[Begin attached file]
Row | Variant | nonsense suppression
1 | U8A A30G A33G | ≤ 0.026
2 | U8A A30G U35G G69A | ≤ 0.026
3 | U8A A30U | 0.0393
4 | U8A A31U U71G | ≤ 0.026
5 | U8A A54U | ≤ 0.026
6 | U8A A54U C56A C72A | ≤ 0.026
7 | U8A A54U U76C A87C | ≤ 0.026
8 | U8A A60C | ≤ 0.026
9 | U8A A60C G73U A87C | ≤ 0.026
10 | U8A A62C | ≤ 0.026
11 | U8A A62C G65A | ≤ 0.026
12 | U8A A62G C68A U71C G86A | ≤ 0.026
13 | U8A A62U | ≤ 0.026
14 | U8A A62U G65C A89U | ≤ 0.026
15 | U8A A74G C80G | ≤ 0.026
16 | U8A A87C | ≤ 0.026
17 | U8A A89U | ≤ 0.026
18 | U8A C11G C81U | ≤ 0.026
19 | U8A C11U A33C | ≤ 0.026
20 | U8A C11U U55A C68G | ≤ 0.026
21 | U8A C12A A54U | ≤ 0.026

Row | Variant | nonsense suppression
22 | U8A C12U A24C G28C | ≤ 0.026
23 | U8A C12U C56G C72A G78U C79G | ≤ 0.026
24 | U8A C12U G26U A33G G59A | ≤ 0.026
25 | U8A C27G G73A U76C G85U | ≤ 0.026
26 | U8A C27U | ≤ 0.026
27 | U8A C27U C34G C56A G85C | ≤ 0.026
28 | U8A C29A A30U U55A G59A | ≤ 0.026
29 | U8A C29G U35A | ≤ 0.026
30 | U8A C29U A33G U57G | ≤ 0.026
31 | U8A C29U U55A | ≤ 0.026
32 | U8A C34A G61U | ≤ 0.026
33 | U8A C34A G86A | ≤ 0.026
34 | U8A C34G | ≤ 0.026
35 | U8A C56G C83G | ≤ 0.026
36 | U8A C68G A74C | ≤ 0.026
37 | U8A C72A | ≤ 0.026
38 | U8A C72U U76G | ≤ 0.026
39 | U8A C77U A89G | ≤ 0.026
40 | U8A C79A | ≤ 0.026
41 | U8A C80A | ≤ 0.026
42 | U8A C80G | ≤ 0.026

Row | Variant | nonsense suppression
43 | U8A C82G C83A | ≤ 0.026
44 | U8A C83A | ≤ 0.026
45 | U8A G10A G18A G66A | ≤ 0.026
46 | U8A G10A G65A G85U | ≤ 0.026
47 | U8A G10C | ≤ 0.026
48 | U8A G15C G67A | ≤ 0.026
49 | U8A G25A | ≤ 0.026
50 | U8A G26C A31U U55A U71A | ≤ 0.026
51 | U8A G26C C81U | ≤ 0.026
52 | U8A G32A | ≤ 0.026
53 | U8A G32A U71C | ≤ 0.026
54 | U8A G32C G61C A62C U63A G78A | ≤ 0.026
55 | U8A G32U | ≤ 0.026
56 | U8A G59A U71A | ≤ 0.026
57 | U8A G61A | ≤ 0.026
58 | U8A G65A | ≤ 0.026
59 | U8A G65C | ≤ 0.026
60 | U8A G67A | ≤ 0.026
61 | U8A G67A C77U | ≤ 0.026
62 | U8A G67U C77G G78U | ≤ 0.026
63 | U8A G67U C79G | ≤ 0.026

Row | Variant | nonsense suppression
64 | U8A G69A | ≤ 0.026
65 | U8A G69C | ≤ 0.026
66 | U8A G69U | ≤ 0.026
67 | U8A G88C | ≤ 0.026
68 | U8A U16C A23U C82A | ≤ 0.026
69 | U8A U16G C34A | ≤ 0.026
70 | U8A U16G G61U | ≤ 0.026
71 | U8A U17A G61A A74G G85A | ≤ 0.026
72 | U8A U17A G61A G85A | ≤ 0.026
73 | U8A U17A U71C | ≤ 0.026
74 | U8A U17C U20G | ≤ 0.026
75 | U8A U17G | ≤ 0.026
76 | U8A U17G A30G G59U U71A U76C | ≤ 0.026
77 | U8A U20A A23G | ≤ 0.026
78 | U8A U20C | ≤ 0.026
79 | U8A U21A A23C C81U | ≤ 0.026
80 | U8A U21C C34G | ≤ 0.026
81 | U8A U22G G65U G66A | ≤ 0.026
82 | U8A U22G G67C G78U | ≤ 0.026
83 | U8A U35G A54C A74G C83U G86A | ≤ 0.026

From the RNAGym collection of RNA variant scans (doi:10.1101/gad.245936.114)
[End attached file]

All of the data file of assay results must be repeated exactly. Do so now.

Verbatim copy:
Row | Variant | nonsense suppression
1 | U8A A30G A33G | ≤ 0.026
2 | U8A A30G U35G G69A | ≤ 0.026
3 | U8A A30U | 0.0393
4 | U8A A31U U71G | ≤ 0.026
5 | U8A A54U | ≤ 0.026
6 | U8A A54U C56A C72A | ≤ 0.026
7 | U8A A54U U76C A87C | ≤ 0.026
8 | U8A A60C | ≤ 0.026
9 | U8A A60C G73U A87C | ≤ 0.026
10 | U8A A62C | ≤ 0.026
11 | U8A A62C G65A | ≤ 0.026
12 | U8A A62G C68A U71C G86A | ≤ 0.026
13 | U8A A62U | ≤ 0.026
14 | U8A A62U G65C A89U | ≤ 0.026
15 | U8A A74G C80G | ≤ 0.026
16 | U8A A87C | ≤ 0.026
17 | U8A A89U | ≤ 0.026
18 | U8A C11G C81U | ≤ 0.026
19 | U8A C11U A33C | ≤ 0.026
20 | U8A C11U U55A C68G | ≤ 0.026
21 | U8A C12A A54U | ≤ 0.026

Row | Variant | nonsense suppression
22 | U8A C12U A24C G28C | ≤ 0.026
23 | U8A C12U C56G C72A G78U C79G | ≤ 0.026
24 | U8A C12U G26U A33G G59A | ≤ 0.026
25 | U8A C27G G73A U76C G85U | ≤ 0.026
26 | U8A C27U | ≤ 0.026
27 | U8A C27U C34G C56A G85C | ≤ 0.026
28 | U8A C29A A30U U55A G59A | ≤ 0.026
29 | U8A C29G U35A | ≤ 0.026
30 | U8A C29U A33G U57G | ≤ 0.026
31 | U8A C29U U55A | ≤ 0.026
32 | U8A C34A G61U | ≤ 0.026
33 | U8A C34A G86A | ≤ 0.026
34 | U8A C34G | ≤ 0.026
35 | U8A C56G C83G | ≤ 0.026
36 | U8A C68G A74C | ≤ 0.026
37 | U8A C72A | ≤ 0.026
38 | U8A C72U U76G | ≤ 0.026
39 | U8A C77U A89G | ≤ 0.026
40 | U8A C79A | ≤ 0.026
41 | U8A C80A | ≤ 0.026
42 | U8A C80G | ≤ 0.026

Row | Variant | nonsense suppression
43 | U8A C82G C83A | ≤ 0.026
44 | U8A C83A | ≤ 0.026
45 | U8A G10A G18A G66A | ≤ 0.026
46 | U8A G10A G65A G85U | ≤ 0.026
47 | U8A G10C | ≤ 0.026
48 | U8A G15C G67A | ≤ 0.026
49 | U8A G25A | ≤ 0.026
50 | U8A G26C A31U U55A U71A | ≤ 0.026
51 | U8A G26C C81U | ≤ 0.026
52 | U8A G32A | ≤ 0.026
53 | U8A G32A U71C | ≤ 0.026
54 | U8A G32C G61C A62C U63A G78A | ≤ 0.026
55 | U8A G32U | ≤ 0.026
56 | U8A G59A U71A | ≤ 0.026
57 | U8A G61A | ≤ 0.026
58 | U8A G65A | ≤ 0.026
59 | U8A G65C | ≤ 0.026
60 | U8A G67A | ≤ 0.026
61 | U8A G67A C77U | ≤ 0.026
62 | U8A G67U C77G G78U | ≤ 0.026
63 | U8A G67U C79G | ≤ 0.026

Row | Variant | nonsense suppression
64 | U8A G69A | ≤ 0.026
65 | U8A G69C | ≤ 0.026
66 | U8A G69U | ≤ 0.026
67 | U8A G88C | ≤ 0.026
68 | U8A U16C A23U C82A | ≤ 0.026
69 | U8A U16G C34A | ≤ 0.026
70 | U8A U16G G61U | ≤ 0.026
71 | U8A U17A G61A A74G G85A | ≤ 0.026
72 | U8A U17A G61A G85A | ≤ 0.026
73 | U8A U17A U71C | ≤ 0.026
74 | U8A U17C U20G | ≤ 0.026
75 | U8A U17G | ≤ 0.026
76 | U8A U17G A30G G59U U71A U76C | ≤ 0.026
77 | U8A U20A A23G | ≤ 0.026
78 | U8A U20C | ≤ 0.026
79 | U8A U21A A23C C81U | ≤ 0.026
80 | U8A U21C C34G | ≤ 0.026
81 | U8A U22G G65U G66A | ≤ 0.026
82 | U8A U22G G67C G78U | ≤ 0.026
83 | U8A U35G A54C A74G C83U G86A | ≤ 0.026

From the RNAGym collection of RNA variant scans (doi:10.1101/gad.245936.114)